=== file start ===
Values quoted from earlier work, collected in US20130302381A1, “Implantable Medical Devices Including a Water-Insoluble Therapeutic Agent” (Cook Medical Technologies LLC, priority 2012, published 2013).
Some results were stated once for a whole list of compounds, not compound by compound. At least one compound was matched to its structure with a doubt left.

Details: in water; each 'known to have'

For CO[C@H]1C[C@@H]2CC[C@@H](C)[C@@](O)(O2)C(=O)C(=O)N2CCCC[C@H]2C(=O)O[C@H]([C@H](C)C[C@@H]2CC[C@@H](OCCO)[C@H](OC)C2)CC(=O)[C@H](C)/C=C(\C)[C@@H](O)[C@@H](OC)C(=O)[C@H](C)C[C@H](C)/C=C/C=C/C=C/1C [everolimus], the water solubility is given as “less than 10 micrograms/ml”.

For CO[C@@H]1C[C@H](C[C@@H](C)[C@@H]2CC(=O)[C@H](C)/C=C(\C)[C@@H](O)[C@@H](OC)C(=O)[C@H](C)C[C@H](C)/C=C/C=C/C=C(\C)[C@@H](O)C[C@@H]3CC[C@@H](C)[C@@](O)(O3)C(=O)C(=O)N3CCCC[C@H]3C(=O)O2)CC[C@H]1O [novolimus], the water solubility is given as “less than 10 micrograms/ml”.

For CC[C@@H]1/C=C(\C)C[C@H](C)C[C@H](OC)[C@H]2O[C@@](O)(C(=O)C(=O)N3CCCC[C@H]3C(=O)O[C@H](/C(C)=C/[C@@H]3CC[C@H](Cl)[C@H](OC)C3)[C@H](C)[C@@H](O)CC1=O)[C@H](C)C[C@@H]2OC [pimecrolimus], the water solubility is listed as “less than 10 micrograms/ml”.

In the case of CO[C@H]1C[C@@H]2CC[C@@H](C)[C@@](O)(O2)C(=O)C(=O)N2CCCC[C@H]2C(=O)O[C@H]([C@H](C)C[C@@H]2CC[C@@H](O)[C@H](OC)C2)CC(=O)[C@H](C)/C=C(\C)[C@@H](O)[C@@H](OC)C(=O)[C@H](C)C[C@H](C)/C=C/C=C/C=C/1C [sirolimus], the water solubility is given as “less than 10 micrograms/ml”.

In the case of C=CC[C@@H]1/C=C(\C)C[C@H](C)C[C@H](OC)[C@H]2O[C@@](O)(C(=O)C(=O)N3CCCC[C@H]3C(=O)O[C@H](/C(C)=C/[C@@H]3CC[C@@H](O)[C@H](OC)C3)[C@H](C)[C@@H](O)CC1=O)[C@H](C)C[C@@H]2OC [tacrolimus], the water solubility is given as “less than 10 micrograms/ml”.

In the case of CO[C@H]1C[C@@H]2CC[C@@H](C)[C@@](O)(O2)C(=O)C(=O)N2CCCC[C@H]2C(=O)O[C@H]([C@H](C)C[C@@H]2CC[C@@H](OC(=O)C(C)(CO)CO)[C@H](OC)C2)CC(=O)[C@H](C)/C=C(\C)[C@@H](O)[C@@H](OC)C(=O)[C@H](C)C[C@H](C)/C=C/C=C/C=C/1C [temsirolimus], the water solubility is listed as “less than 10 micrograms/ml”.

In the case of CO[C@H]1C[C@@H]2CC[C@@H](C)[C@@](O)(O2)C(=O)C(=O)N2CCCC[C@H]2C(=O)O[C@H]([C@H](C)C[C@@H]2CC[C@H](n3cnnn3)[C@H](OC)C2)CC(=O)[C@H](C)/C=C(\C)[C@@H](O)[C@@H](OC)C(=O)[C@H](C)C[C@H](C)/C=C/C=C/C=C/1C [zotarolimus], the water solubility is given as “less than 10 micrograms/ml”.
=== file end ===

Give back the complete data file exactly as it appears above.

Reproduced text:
Values quoted from earlier work, collected in US20130302381A1, “Implantable Medical Devices Including a Water-Insoluble Therapeutic Agent” (Cook Medical Technologies LLC, priority 2012, published 2013).
Some results were stated once for a whole list of compounds, not compound by compound. At least one compound was matched to its structure with a doubt left.

Details: in water; each 'known to have'

For CO[C@H]1C[C@@H]2CC[C@@H](C)[C@@](O)(O2)C(=O)C(=O)N2CCCC[C@H]2C(=O)O[C@H]([C@H](C)C[C@@H]2CC[C@@H](OCCO)[C@H](OC)C2)CC(=O)[C@H](C)/C=C(\C)[C@@H](O)[C@@H](OC)C(=O)[C@H](C)C[C@H](C)/C=C/C=C/C=C/1C [everolimus], the water solubility is given as “less than 10 micrograms/ml”.

For CO[C@@H]1C[C@H](C[C@@H](C)[C@@H]2CC(=O)[C@H](C)/C=C(\C)[C@@H](O)[C@@H](OC)C(=O)[C@H](C)C[C@H](C)/C=C/C=C/C=C(\C)[C@@H](O)C[C@@H]3CC[C@@H](C)[C@@](O)(O3)C(=O)C(=O)N3CCCC[C@H]3C(=O)O2)CC[C@H]1O [novolimus], the water solubility is given as “less than 10 micrograms/ml”.

For CC[C@@H]1/C=C(\C)C[C@H](C)C[C@H](OC)[C@H]2O[C@@](O)(C(=O)C(=O)N3CCCC[C@H]3C(=O)O[C@H](/C(C)=C/[C@@H]3CC[C@H](Cl)[C@H](OC)C3)[C@H](C)[C@@H](O)CC1=O)[C@H](C)C[C@@H]2OC [pimecrolimus], the water solubility is listed as “less than 10 micrograms/ml”.

In the case of CO[C@H]1C[C@@H]2CC[C@@H](C)[C@@](O)(O2)C(=O)C(=O)N2CCCC[C@H]2C(=O)O[C@H]([C@H](C)C[C@@H]2CC[C@@H](O)[C@H](OC)C2)CC(=O)[C@H](C)/C=C(\C)[C@@H](O)[C@@H](OC)C(=O)[C@H](C)C[C@H](C)/C=C/C=C/C=C/1C [sirolimus], the water solubility is given as “less than 10 micrograms/ml”.

In the case of C=CC[C@@H]1/C=C(\C)C[C@H](C)C[C@H](OC)[C@H]2O[C@@](O)(C(=O)C(=O)N3CCCC[C@H]3C(=O)O[C@H](/C(C)=C/[C@@H]3CC[C@@H](O)[C@H](OC)C3)[C@H](C)[C@@H](O)CC1=O)[C@H](C)C[C@@H]2OC [tacrolimus], the water solubility is given as “less than 10 micrograms/ml”.

In the case of CO[C@H]1C[C@@H]2CC[C@@H](C)[C@@](O)(O2)C(=O)C(=O)N2CCCC[C@H]2C(=O)O[C@H]([C@H](C)C[C@@H]2CC[C@@H](OC(=O)C(C)(CO)CO)[C@H](OC)C2)CC(=O)[C@H](C)/C=C(\C)[C@@H](O)[C@@H](OC)C(=O)[C@H](C)C[C@H](C)/C=C/C=C/C=C/1C [temsirolimus], the water solubility is listed as “less than 10 micrograms/ml”.

In the case of CO[C@H]1C[C@@H]2CC[C@@H](C)[C@@](O)(O2)C(=O)C(=O)N2CCCC[C@H]2C(=O)O[C@H]([C@H](C)C[C@@H]2CC[C@H](n3cnnn3)[C@H](OC)C2)CC(=O)[C@H](C)/C=C(\C)[C@@H](O)[C@@H](OC)C(=O)[C@H](C)C[C@H](C)/C=C/C=C/C=C/1C [zotarolimus], the water solubility is given as “less than 10 micrograms/ml”.